Note for Pet Owners:

This information is provided by Provet for educational purposes only.

You should seek the advice of your veterinarian if your pet is ill as only he or she can correctly advise on the diagnosis and recommend the treatment that is most appropriate for your pet.

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Alopecia means hair loss. It can be localised to one area of the body, or generalised. It can occur unilaterally or it can be bilaterally symmetrical. The distribution of the hair loss is very helpful iin determining the likely cause.  

There are three main types of alopecia

  • Congenital / hereditary -
  • Acquired - develops during the life of the animal
  • Secondary to another disease process -  skin infections (eg ringworm), self-inflicted injury (eg allergy, parasites)

Congenital alopecia is a genetically inherited defect of hair follicles resulting in lack of hair (baldness)

Breed Occurrence

The  following breeds are bald at birth or develop hair loss within 2-4 weeks of birth as a breed characteristic :  American hairless terrier (autosomal recessive inheritance), Chinese crested dog,  Inca hairless dog, Mexican hairless dog (autosomal dominant inheritance), Peruvian Inca Orchid. The Sphinx cat.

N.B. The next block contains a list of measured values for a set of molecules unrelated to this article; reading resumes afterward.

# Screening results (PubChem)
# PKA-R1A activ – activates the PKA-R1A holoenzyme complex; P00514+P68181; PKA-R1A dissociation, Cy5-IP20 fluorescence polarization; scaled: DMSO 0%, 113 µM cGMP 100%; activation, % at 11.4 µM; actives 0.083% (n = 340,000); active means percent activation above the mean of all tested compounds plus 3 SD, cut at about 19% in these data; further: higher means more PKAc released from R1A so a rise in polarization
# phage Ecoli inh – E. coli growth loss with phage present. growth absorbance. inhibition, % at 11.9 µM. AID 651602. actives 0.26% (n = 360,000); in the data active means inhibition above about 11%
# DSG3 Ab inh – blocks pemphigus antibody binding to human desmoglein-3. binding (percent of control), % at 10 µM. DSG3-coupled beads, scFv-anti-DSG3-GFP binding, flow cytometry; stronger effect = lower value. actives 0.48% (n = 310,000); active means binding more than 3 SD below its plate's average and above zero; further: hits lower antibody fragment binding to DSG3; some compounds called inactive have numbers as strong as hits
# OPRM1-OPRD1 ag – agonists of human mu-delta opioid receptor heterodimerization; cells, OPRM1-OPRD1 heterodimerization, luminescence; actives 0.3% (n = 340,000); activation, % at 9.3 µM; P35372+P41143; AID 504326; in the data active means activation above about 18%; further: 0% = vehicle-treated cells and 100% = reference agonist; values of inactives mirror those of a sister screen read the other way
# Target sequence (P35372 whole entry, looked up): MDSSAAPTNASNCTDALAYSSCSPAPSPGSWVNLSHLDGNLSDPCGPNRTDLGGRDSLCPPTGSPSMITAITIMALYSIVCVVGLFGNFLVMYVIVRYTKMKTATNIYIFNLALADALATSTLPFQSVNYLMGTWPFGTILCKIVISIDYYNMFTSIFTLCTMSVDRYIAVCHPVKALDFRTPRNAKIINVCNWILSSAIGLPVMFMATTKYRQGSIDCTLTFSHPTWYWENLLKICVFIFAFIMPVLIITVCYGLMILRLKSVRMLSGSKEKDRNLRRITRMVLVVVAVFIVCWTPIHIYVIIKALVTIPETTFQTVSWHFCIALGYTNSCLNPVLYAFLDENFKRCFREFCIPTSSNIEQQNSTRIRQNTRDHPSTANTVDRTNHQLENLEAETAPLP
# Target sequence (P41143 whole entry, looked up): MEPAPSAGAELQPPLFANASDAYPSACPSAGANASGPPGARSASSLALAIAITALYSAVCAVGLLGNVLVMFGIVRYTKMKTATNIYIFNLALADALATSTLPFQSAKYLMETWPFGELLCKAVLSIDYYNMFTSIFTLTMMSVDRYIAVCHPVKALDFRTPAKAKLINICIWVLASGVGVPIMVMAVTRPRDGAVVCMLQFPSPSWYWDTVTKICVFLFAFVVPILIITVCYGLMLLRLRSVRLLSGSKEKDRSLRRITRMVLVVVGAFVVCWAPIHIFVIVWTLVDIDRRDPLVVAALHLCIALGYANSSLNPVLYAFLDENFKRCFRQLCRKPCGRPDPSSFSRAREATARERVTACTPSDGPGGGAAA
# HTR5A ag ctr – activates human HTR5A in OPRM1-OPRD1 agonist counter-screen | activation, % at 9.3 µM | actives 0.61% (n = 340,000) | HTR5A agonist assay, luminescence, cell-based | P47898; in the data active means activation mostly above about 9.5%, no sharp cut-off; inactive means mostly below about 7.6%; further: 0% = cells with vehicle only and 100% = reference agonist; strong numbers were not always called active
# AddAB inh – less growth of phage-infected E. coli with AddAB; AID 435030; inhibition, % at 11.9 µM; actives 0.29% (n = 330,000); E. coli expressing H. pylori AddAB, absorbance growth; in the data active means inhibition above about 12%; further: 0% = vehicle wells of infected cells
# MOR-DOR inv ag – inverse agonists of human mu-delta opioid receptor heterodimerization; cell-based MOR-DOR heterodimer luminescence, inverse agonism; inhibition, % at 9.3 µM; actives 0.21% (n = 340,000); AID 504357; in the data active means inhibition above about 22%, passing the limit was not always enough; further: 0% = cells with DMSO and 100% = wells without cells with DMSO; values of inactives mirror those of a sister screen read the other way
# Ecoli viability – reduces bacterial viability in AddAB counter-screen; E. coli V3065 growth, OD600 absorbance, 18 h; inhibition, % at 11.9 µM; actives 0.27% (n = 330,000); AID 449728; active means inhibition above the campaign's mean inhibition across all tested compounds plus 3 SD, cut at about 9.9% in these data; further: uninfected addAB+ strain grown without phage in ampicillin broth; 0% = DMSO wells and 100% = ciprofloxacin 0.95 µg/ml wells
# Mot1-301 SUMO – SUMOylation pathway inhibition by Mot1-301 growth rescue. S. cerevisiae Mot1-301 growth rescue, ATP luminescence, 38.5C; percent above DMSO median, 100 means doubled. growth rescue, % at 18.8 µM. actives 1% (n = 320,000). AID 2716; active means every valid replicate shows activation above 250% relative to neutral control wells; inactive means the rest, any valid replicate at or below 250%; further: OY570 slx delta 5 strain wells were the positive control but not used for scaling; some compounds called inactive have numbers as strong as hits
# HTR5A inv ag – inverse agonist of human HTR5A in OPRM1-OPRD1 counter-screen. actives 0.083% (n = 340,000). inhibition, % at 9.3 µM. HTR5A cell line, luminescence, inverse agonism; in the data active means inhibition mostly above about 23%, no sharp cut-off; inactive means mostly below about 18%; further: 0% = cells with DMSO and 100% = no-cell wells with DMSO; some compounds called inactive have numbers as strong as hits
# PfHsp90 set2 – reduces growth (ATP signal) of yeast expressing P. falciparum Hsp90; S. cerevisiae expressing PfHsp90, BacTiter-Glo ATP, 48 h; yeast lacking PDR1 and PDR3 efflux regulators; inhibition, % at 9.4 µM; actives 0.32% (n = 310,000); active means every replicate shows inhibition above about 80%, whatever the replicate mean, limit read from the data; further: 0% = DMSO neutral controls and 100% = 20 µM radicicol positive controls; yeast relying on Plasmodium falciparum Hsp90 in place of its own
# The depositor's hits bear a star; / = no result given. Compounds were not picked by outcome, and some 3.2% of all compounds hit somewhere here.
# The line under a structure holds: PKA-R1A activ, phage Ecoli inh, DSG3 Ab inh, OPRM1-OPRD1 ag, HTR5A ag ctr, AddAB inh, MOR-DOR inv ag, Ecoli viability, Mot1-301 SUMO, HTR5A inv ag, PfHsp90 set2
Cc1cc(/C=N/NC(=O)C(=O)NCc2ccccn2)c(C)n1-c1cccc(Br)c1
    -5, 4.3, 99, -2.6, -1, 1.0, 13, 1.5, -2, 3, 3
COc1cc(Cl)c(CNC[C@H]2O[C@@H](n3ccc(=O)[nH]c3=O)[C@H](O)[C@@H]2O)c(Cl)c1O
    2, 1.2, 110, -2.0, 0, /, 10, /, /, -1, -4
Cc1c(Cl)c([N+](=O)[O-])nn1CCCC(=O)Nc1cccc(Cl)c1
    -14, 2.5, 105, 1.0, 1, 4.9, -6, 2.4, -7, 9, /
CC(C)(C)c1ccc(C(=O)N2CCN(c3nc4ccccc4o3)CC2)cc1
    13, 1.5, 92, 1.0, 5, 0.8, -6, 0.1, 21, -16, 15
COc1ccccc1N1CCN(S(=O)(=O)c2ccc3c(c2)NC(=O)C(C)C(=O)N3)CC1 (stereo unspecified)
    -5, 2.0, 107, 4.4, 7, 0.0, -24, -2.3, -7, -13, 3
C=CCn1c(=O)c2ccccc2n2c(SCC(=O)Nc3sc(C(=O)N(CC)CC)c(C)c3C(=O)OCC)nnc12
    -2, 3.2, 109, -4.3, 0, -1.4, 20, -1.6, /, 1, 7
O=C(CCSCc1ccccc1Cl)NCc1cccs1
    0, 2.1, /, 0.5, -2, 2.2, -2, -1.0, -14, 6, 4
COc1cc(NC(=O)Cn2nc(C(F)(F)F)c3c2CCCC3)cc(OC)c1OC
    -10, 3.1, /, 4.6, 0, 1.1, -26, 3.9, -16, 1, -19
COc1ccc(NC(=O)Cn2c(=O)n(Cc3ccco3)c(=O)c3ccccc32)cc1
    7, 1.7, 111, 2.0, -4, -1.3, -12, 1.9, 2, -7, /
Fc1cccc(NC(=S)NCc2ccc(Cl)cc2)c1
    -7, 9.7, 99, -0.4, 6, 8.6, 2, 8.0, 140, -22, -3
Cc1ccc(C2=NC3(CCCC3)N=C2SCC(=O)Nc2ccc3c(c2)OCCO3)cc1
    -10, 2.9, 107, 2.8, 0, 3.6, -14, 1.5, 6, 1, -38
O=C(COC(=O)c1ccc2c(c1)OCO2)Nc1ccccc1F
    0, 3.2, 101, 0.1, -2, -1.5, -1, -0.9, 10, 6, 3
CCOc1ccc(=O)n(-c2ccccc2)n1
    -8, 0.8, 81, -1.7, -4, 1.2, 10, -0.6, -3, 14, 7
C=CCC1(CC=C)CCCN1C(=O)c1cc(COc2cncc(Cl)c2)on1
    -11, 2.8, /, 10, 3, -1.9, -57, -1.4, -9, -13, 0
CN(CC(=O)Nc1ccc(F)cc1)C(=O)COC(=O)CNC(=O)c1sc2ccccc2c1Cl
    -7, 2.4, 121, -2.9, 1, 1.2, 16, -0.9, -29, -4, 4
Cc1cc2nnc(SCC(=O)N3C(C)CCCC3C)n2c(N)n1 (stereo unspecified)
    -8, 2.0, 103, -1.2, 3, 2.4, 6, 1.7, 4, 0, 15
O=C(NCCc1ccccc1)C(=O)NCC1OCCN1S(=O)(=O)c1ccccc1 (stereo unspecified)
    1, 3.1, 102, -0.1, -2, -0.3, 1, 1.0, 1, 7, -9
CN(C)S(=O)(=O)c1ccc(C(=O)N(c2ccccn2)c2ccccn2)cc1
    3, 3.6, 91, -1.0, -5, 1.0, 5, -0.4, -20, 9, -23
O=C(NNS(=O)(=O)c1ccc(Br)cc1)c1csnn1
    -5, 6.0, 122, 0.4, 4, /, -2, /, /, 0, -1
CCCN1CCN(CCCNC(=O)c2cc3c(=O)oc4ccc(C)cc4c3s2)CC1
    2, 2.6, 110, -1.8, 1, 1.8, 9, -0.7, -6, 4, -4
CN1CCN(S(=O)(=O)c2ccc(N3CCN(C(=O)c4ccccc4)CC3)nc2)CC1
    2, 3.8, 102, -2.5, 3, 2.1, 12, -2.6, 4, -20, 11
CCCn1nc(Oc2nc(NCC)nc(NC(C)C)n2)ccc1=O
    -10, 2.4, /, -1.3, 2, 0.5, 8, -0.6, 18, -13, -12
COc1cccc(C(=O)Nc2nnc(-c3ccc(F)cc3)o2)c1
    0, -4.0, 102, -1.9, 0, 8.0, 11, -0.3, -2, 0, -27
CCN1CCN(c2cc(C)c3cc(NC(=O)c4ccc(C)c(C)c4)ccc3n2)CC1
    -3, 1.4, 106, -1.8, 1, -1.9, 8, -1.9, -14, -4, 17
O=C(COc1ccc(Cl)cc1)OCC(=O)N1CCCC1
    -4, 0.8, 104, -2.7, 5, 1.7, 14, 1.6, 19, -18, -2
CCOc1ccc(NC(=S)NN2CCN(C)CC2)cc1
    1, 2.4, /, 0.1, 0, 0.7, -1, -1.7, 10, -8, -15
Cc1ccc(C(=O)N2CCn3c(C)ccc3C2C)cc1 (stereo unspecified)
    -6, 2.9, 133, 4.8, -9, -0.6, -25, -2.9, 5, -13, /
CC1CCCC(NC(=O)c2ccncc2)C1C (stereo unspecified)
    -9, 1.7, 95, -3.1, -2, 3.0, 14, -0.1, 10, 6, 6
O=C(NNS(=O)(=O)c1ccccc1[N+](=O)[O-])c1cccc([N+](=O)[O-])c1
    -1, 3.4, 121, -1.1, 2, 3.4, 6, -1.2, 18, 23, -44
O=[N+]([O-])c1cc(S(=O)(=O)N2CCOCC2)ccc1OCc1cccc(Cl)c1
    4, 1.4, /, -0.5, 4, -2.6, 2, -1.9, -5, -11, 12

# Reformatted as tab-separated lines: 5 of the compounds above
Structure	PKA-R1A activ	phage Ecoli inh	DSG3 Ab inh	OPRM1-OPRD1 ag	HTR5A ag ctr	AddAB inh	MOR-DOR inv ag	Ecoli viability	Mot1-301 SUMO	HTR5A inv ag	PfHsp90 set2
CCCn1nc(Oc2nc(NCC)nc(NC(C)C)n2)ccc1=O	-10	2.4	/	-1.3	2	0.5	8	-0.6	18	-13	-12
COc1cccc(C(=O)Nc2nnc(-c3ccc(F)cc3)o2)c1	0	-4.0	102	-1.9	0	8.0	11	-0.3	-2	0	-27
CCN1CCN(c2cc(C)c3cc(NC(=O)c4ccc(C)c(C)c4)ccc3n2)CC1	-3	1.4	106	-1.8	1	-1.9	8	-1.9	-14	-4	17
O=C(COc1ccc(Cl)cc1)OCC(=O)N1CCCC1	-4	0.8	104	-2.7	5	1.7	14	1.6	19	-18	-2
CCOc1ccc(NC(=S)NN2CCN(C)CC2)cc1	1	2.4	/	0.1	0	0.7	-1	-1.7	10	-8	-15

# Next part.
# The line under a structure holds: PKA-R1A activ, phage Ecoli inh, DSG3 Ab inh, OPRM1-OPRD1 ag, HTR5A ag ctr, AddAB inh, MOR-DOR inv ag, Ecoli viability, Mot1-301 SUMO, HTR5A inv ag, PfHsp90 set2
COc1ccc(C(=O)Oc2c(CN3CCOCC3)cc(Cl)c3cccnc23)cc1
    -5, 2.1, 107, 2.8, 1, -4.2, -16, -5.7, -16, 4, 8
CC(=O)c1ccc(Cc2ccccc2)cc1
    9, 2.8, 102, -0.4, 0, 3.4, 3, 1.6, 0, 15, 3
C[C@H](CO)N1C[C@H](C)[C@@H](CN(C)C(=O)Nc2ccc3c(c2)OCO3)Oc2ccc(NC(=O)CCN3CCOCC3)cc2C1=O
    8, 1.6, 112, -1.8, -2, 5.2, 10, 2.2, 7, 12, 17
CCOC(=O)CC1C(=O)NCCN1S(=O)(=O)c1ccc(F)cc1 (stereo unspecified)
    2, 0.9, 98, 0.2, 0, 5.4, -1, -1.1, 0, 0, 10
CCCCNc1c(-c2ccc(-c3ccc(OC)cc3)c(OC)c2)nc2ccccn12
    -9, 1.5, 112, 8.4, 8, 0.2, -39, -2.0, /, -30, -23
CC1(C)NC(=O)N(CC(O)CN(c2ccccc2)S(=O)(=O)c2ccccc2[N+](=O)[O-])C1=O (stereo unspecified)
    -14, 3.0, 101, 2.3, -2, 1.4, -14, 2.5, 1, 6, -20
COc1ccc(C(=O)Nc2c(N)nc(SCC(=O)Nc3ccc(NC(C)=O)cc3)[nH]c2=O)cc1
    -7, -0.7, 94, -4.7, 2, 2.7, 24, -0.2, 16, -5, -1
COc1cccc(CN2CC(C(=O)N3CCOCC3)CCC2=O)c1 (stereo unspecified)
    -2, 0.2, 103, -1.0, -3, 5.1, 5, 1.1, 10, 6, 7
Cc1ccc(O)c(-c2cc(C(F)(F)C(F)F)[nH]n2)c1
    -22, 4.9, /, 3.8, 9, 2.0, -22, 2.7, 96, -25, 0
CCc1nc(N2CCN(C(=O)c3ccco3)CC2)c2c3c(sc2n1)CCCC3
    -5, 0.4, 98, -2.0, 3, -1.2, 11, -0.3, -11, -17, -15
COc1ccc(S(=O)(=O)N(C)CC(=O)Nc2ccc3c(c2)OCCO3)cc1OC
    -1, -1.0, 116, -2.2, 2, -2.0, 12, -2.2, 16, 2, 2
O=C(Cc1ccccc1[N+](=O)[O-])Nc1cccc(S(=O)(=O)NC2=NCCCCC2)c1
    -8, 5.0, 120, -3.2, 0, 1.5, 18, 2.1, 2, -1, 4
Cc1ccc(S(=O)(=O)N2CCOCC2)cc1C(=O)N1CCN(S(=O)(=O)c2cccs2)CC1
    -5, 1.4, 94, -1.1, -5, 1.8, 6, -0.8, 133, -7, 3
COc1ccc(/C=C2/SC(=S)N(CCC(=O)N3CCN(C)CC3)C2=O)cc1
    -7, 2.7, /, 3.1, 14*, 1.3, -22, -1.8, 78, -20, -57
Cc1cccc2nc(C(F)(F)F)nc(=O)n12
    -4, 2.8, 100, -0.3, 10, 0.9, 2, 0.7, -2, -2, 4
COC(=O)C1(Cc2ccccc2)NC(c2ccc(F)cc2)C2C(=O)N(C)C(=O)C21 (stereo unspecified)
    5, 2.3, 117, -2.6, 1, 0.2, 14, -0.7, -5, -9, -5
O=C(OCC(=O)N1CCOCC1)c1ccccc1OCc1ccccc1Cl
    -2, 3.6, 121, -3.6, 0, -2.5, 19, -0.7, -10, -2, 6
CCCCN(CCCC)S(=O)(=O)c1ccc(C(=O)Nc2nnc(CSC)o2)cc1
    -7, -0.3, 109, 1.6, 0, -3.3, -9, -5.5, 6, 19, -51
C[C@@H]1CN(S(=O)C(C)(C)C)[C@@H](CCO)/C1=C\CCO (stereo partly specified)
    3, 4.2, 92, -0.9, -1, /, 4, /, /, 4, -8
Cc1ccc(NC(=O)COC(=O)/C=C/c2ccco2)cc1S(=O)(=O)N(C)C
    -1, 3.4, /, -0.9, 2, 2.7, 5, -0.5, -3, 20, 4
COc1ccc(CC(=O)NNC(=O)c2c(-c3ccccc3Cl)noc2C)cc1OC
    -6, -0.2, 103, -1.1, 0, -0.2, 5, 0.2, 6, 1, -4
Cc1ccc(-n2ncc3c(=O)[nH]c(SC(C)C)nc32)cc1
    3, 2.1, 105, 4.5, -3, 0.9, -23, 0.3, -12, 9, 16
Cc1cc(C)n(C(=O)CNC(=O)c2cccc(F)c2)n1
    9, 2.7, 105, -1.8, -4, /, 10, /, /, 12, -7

The following breeds have been reported to develop the disease of congenital hypotrichosis and they are born with symetrical hair loss, or develop it soon after birth: the American Cocker Spaniel, Basset Hound, Beagle, Belgian Shepherd, Bichon Frise, French Bulldog, Labrador Retriever, Lhasa Apso, Rottweiler, Toy and Miniature Poodles,  Whippet, Yorkshire Terrier. There may be a sex-linked inheritance as males are usually affected.

The following breeds of cat have been reported to develop congenital hypotrichosis : the Birman (autosomal recessive inheritance - affected cats have no thymus on postmortem), Burmese (affected  cats have no claws, tongue papillae or whiskers) , Devon Rex and Siamese (autosomal recessive inheritance). 

The alopecia is bilateral and can be localised to involve certain regions:, temporal region, pinnae of the ear, undersurface of the body (ventrum), along the back (caudally), or it can involve the whole body. Later skin thickening and pigmentation may occur , and seborrhea is seen.

Sometimes affected animals have other abnormalities eg dogs may have abnormal dentition

Congenital hypotrichosis is confirmed from the presenting history and signs, and by histopathological examination of skin biopsy samples which demonstrate low numbers or an absence of hair follicles, sebaceous glands, sweat glands and arrector pili muscles.

There is no satisfactory treatment for this condition. Because it is an inherited defect affected animals should not be used for breeding, except in those breeds which are naturally bald.

Hair loss is not a serious disorder and affected dogs can be expected to live an otherwise normal life. However, they need protection from extreme cold weather. Mexican hairless dogs have a shorter life-expectancy than other similar (hairy) breeds

Long term problems
Chronic skin disease - eg seborrhoea


Updated January 2016